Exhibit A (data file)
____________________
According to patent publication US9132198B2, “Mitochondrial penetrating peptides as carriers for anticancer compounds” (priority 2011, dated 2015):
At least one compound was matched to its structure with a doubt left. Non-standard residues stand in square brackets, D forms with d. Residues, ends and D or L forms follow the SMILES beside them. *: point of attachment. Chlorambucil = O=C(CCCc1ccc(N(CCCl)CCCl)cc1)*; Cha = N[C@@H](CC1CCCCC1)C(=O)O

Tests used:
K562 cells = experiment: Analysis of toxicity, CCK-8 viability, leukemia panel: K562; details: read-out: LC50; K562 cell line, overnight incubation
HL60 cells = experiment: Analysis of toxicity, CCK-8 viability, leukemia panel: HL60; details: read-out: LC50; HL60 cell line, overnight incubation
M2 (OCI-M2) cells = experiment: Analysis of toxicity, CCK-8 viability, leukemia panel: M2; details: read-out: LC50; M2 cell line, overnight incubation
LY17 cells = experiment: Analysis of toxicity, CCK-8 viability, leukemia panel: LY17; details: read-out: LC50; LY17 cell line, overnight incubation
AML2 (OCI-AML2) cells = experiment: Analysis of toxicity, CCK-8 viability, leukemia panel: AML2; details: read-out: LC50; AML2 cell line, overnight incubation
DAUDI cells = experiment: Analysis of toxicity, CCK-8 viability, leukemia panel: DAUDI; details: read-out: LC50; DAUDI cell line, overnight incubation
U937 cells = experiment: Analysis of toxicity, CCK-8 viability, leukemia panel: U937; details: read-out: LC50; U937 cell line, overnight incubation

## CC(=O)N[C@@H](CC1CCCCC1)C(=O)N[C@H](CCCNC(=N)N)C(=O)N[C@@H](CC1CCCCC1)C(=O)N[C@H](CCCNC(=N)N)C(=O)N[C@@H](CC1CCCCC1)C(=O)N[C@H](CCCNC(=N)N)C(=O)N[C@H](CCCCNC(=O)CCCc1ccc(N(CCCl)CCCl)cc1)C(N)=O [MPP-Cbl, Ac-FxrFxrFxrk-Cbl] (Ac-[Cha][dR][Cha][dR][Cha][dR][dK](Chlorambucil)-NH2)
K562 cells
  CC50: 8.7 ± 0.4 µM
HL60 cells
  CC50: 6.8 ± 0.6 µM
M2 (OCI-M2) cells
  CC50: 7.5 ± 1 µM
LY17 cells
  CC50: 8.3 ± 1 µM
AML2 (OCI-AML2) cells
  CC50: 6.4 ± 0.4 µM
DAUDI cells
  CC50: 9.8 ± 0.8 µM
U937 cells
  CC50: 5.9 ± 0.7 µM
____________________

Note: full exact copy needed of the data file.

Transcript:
According to patent publication US9132198B2, “Mitochondrial penetrating peptides as carriers for anticancer compounds” (priority 2011, dated 2015):
At least one compound was matched to its structure with a doubt left. Non-standard residues stand in square brackets, D forms with d. Residues, ends and D or L forms follow the SMILES beside them. *: point of attachment. Chlorambucil = O=C(CCCc1ccc(N(CCCl)CCCl)cc1)*; Cha = N[C@@H](CC1CCCCC1)C(=O)O

Tests used:
K562 cells = experiment: Analysis of toxicity, CCK-8 viability, leukemia panel: K562; details: read-out: LC50; K562 cell line, overnight incubation
HL60 cells = experiment: Analysis of toxicity, CCK-8 viability, leukemia panel: HL60; details: read-out: LC50; HL60 cell line, overnight incubation
M2 (OCI-M2) cells = experiment: Analysis of toxicity, CCK-8 viability, leukemia panel: M2; details: read-out: LC50; M2 cell line, overnight incubation
LY17 cells = experiment: Analysis of toxicity, CCK-8 viability, leukemia panel: LY17; details: read-out: LC50; LY17 cell line, overnight incubation
AML2 (OCI-AML2) cells = experiment: Analysis of toxicity, CCK-8 viability, leukemia panel: AML2; details: read-out: LC50; AML2 cell line, overnight incubation
DAUDI cells = experiment: Analysis of toxicity, CCK-8 viability, leukemia panel: DAUDI; details: read-out: LC50; DAUDI cell line, overnight incubation
U937 cells = experiment: Analysis of toxicity, CCK-8 viability, leukemia panel: U937; details: read-out: LC50; U937 cell line, overnight incubation

## CC(=O)N[C@@H](CC1CCCCC1)C(=O)N[C@H](CCCNC(=N)N)C(=O)N[C@@H](CC1CCCCC1)C(=O)N[C@H](CCCNC(=N)N)C(=O)N[C@@H](CC1CCCCC1)C(=O)N[C@H](CCCNC(=N)N)C(=O)N[C@H](CCCCNC(=O)CCCc1ccc(N(CCCl)CCCl)cc1)C(N)=O [MPP-Cbl, Ac-FxrFxrFxrk-Cbl] (Ac-[Cha][dR][Cha][dR][Cha][dR][dK](Chlorambucil)-NH2)
K562 cells
  CC50: 8.7 ± 0.4 µM
HL60 cells
  CC50: 6.8 ± 0.6 µM
M2 (OCI-M2) cells
  CC50: 7.5 ± 1 µM
LY17 cells
  CC50: 8.3 ± 1 µM
AML2 (OCI-AML2) cells
  CC50: 6.4 ± 0.4 µM
DAUDI cells
  CC50: 9.8 ± 0.8 µM
U937 cells
  CC50: 5.9 ± 0.7 µM